I'm Just Saying

Dr. Paul Perkins

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For an author writing is as necessary as breathing. They don't write for money or to court literary fame, but because they believe they have something to say. It matters not that anyone will read or listen, the words must be written, and if in the process someone is blessed -- all the more wonderful

Dr. Perkins has written for a long time, but only recently has sought to publish his work and venture into new genres. He believes in education, finally earning his doctorate at the age of 55. He believes that learning never ends, giving fodder to the imagination and breathing life into the characters on his page. His hope is to continue telling stories for a new generation of readers and aspiring authors.

Dr. Perkins' first novel is "Centurion: From glory to glory", but is not his first book. He has written "Legacy to my sons", "The Lost Shepherd", "The prayer of a transformed life", "The Cost", and a verity of Christian Youth Devotionals. 

The Failing Of Darkness

 

I can't imagine what it's like to be blind, to not see the brilliant colors of the morning sky, or deep hues of the Texas Blue Bonnets in bloom. What would it be like not be able to see the faces of my grandchildren or the smile of my wife? The world is full of wonder that is lost to those without sight.

The closest I can come to the experience is when I took some teens spelunking. Deep in the recess of the earth we turned off our flashlights and the walls that were only inches away on all sides became suffocating, and panic was only calmed when the lights were turned on again. 

There are other kinds of darkness in the world. Depression affects millions of people, plunging them into emotional darkness. It is suffocating, as despair pushes out any sense of hope or escape. 

There is moral darkness that underlies every civil culture, tempting people into lurid behaviors that promise fulfillment and only leaves them empty. Young men and women trapped in the darkness of sex trafficking, used to service those whose darkness has consumed them.

We want to think of ourselves as an enlightened culture, but we are not. What looks bright and shiny on the outside is corroding away on the inside. Eventually it will eat its way to the surface and the darkness will prevail. YET,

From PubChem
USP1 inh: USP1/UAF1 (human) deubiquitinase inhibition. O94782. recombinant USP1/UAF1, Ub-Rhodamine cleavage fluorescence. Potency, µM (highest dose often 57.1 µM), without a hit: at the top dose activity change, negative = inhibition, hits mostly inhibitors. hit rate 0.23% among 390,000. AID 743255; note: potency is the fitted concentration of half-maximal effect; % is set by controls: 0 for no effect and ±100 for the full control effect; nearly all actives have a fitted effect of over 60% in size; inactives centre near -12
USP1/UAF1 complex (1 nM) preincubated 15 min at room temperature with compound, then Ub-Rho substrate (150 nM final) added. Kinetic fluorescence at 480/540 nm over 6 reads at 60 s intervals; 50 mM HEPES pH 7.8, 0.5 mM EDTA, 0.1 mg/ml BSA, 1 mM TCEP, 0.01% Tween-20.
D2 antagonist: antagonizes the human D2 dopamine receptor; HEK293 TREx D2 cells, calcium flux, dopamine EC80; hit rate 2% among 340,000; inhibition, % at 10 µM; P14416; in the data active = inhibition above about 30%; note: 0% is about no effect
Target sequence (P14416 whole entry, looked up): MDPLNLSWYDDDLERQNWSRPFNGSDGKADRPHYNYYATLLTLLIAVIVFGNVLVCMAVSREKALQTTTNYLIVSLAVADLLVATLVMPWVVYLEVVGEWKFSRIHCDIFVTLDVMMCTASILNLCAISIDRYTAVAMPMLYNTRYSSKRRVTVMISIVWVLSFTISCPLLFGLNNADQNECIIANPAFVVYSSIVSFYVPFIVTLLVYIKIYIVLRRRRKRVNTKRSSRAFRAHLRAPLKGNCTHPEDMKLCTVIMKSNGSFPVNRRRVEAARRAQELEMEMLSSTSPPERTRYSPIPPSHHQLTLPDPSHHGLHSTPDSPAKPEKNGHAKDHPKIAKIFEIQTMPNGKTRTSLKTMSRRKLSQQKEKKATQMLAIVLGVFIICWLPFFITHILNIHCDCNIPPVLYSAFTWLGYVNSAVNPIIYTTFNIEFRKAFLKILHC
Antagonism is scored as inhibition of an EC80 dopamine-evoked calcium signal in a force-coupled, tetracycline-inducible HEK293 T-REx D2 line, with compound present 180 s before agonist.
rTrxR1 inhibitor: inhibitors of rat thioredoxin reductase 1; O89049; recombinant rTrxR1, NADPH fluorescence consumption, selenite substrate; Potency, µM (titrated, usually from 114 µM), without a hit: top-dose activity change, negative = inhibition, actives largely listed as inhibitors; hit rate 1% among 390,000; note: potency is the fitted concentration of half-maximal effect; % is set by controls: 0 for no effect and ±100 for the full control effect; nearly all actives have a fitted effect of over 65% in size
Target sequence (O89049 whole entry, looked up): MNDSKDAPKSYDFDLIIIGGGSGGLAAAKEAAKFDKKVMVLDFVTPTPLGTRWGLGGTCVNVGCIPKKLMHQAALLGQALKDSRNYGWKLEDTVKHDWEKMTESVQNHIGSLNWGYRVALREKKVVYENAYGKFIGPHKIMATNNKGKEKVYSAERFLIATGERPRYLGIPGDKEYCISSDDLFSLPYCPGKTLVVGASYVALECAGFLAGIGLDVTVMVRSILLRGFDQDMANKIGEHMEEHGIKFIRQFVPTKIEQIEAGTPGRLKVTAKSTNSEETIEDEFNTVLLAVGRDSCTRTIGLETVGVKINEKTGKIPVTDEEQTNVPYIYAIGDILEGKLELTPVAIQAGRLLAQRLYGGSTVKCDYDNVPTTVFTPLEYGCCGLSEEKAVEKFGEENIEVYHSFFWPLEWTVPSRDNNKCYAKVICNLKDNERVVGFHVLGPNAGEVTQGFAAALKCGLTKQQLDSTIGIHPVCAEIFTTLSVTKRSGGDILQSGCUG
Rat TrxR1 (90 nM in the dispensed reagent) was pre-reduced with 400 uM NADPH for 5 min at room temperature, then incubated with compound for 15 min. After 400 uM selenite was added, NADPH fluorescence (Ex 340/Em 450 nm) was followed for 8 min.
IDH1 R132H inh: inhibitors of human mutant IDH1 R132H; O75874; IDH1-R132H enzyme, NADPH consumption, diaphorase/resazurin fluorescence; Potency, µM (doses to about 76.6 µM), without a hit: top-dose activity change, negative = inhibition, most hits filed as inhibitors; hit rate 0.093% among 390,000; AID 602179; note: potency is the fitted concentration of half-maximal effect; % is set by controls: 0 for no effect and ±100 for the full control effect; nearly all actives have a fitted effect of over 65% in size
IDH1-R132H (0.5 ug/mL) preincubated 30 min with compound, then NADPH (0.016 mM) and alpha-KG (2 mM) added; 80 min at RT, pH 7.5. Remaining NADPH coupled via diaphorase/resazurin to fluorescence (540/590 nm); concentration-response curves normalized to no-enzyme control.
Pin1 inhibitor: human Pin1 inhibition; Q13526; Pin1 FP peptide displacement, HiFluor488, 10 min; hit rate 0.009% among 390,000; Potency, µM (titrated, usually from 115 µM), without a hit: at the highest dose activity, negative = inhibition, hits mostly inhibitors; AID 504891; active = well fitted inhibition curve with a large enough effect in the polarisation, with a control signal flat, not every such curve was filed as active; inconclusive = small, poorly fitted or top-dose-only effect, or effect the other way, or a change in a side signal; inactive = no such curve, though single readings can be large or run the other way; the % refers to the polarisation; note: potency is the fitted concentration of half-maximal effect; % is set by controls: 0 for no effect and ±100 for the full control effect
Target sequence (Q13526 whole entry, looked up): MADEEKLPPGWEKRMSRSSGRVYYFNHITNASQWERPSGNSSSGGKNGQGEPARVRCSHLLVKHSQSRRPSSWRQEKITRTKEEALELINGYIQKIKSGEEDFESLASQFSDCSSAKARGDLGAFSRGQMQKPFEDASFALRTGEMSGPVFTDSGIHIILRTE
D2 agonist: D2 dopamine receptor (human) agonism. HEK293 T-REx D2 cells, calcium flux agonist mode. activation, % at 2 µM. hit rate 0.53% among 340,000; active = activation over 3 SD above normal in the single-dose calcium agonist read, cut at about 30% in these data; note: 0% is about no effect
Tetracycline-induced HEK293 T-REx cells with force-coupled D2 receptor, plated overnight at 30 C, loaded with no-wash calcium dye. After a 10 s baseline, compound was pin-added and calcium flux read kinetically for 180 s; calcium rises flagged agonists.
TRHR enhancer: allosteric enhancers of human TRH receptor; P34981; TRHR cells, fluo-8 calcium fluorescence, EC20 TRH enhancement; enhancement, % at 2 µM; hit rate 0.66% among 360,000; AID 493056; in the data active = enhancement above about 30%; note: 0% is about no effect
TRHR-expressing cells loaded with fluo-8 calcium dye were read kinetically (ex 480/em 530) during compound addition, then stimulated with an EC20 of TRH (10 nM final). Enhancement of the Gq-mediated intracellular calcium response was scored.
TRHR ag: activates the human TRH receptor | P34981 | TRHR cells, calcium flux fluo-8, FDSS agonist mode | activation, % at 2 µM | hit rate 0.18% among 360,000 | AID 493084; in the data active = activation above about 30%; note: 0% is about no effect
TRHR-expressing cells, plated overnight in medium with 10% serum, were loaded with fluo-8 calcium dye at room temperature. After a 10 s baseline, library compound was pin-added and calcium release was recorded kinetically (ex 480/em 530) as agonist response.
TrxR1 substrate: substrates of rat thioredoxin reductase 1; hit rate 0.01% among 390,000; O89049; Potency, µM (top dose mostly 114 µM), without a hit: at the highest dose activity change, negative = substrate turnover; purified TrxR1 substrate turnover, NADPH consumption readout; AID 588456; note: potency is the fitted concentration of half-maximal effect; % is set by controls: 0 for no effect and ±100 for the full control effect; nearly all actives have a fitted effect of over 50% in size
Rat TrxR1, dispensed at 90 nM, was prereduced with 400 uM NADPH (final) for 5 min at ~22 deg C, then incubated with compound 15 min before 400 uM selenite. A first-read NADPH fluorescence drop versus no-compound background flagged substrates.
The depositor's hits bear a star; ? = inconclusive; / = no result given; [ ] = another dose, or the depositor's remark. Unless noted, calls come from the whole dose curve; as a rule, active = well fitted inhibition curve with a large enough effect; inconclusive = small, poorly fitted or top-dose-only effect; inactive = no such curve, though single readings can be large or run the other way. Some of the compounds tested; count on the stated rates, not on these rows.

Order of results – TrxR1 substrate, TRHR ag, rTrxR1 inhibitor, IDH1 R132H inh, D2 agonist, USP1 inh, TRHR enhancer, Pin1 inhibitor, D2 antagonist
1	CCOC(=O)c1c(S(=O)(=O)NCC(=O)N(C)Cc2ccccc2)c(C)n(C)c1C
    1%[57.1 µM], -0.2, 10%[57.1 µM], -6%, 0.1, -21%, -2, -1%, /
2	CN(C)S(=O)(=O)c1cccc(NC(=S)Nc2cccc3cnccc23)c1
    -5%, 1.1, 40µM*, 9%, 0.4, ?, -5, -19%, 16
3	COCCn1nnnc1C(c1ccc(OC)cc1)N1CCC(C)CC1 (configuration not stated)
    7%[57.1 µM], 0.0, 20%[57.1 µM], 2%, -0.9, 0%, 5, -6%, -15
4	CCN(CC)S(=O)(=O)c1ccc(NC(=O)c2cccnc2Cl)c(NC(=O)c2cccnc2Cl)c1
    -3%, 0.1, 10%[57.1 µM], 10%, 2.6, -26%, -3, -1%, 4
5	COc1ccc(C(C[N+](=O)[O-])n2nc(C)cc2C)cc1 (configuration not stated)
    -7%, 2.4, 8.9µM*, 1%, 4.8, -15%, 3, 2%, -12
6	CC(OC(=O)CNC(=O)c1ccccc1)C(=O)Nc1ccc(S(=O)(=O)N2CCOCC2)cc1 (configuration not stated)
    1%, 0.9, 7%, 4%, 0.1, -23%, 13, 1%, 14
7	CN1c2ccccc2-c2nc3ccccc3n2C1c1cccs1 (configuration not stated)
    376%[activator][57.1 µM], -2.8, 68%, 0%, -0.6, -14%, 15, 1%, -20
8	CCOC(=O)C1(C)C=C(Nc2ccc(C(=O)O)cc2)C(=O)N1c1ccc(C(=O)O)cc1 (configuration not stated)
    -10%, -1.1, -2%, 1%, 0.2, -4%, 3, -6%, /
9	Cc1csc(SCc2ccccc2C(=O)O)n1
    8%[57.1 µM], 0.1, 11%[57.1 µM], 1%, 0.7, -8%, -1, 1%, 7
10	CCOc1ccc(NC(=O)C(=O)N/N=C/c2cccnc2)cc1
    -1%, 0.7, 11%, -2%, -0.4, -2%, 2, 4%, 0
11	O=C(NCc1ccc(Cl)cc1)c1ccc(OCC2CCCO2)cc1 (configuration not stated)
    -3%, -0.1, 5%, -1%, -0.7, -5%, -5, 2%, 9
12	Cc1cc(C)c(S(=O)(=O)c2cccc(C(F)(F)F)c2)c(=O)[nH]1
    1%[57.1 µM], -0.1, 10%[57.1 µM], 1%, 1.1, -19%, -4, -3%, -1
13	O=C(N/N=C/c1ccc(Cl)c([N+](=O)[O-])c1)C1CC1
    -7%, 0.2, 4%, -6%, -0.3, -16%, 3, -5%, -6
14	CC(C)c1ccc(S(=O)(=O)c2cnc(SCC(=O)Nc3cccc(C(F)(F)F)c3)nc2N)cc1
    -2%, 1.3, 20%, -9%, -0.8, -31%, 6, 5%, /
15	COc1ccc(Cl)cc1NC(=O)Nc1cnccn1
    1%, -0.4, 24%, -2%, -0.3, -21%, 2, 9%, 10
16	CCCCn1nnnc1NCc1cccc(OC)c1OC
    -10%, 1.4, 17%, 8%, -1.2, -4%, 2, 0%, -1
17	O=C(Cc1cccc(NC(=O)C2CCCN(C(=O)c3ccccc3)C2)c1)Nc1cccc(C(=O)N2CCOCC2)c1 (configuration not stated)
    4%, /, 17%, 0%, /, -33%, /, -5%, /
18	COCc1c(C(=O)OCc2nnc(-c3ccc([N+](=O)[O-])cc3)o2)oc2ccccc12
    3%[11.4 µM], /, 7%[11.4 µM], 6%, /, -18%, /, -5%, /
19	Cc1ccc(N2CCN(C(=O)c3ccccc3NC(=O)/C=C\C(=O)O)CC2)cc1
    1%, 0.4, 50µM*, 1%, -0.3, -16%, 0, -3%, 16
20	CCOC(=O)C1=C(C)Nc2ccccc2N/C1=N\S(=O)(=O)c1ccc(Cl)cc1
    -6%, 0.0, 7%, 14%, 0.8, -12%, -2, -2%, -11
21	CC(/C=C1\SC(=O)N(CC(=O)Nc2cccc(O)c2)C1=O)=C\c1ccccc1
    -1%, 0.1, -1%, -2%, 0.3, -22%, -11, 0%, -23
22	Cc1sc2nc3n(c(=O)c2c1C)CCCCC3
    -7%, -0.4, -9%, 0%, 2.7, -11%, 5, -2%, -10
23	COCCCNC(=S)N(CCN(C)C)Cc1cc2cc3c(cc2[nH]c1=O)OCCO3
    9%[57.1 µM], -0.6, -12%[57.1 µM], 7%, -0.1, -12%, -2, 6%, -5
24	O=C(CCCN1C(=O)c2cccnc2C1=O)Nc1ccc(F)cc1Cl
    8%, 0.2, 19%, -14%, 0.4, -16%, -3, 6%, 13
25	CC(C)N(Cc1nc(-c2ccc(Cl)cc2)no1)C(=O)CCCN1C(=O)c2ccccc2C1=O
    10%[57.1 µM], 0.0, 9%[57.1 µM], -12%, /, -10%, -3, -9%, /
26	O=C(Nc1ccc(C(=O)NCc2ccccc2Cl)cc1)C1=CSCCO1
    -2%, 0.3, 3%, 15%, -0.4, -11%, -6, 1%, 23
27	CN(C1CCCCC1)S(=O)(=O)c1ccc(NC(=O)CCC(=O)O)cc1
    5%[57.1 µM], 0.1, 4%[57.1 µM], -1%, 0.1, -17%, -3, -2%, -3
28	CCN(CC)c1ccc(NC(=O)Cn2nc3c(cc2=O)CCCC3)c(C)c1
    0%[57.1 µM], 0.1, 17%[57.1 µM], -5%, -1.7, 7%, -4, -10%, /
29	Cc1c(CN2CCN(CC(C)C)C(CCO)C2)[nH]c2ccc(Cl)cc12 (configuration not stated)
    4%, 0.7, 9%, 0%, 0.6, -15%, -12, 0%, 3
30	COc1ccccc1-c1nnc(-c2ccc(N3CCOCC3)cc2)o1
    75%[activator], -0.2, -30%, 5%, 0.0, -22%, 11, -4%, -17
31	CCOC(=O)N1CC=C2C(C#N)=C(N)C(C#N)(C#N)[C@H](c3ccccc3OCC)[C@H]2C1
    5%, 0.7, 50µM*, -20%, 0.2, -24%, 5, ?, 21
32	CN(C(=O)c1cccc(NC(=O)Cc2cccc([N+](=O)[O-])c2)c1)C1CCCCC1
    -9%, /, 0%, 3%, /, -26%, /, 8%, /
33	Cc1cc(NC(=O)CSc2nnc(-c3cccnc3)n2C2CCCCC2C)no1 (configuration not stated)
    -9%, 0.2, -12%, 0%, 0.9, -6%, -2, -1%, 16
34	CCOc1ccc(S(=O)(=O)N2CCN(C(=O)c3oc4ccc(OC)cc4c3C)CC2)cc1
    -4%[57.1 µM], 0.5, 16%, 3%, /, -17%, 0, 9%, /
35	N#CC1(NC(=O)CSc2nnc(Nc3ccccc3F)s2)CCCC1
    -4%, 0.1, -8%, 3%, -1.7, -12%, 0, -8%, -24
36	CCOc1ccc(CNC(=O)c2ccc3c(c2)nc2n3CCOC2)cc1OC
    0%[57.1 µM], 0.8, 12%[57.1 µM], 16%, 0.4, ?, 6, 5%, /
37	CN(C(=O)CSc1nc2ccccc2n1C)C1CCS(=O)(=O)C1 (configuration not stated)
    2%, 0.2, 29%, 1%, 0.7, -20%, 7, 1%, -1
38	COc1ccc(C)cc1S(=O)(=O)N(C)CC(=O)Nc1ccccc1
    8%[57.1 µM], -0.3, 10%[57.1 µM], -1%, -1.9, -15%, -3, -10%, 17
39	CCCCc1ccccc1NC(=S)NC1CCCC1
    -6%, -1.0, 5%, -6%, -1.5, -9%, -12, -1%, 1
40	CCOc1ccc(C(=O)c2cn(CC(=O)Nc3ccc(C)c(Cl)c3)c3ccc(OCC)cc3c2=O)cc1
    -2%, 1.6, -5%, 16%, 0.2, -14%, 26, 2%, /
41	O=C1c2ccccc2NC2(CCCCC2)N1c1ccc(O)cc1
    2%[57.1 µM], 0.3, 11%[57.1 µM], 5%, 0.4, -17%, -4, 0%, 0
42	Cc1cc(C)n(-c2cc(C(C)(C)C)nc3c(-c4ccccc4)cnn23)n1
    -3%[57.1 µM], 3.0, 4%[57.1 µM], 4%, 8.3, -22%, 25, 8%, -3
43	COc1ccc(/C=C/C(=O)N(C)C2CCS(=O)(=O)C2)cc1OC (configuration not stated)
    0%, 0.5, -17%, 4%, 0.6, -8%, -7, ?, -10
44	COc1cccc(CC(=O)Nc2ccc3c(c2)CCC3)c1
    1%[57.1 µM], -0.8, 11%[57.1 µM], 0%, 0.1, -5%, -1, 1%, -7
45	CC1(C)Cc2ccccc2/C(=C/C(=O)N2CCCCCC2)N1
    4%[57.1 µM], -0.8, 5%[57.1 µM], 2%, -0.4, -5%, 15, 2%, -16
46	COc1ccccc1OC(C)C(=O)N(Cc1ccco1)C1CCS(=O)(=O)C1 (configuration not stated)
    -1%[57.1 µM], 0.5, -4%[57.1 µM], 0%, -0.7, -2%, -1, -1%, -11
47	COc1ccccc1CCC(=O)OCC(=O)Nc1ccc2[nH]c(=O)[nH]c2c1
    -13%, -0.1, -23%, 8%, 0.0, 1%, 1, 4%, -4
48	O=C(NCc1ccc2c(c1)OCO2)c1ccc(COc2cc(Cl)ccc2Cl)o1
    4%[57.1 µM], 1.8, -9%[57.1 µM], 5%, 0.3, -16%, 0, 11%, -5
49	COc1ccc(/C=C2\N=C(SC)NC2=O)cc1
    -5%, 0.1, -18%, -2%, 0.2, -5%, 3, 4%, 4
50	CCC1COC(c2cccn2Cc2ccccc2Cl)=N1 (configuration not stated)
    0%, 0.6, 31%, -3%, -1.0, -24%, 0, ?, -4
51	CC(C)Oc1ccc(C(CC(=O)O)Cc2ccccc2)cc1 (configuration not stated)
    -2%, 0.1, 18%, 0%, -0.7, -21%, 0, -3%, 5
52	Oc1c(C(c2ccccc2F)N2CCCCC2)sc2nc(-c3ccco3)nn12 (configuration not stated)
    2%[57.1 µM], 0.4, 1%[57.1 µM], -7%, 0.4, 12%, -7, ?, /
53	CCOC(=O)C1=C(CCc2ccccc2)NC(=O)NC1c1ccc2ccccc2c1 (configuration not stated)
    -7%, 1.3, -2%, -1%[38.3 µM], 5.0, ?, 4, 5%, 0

"The people dwelling in darkness have seen a great light."

There is hope. With the Apostle Paul in Colossians 1:13, we give thanks daily because "He has delivered us from the domain of darkness and transferred us to the kingdom of his beloved Son, in whom we have redemption, the forgiveness of sins." Colossians 1:13,14

Darkness is not greater than light. It fears light, and Jesus is the light of the world. When we receive redemption, the forgiveness of our sins, we are transferred out the darkness and into the kingdom of light. It is there that moral decay is vanquished, emotional darkness lifted. It is there that the blinders on our eyes are take away and we truly see for the first time. The temptations that plaque us hold no power over us, our perspective on life is seen by the illumination of the light and not the grays of the darkness. Hate, anger, resentment, jealousy, and spite are not our motivating emotions, but love consumes us and compels us to reach out to those in darkness.

I would not know the joys of the light if not for the darkness, and though I would pray for all to escape darkness' clutches those who have been there sing God's praise the loudest.

This morning as I watch the sun chase the evening away, I am reminded again of God's great love that has brought me out of darkness into the kingdom of his beloved son. I'm just saying.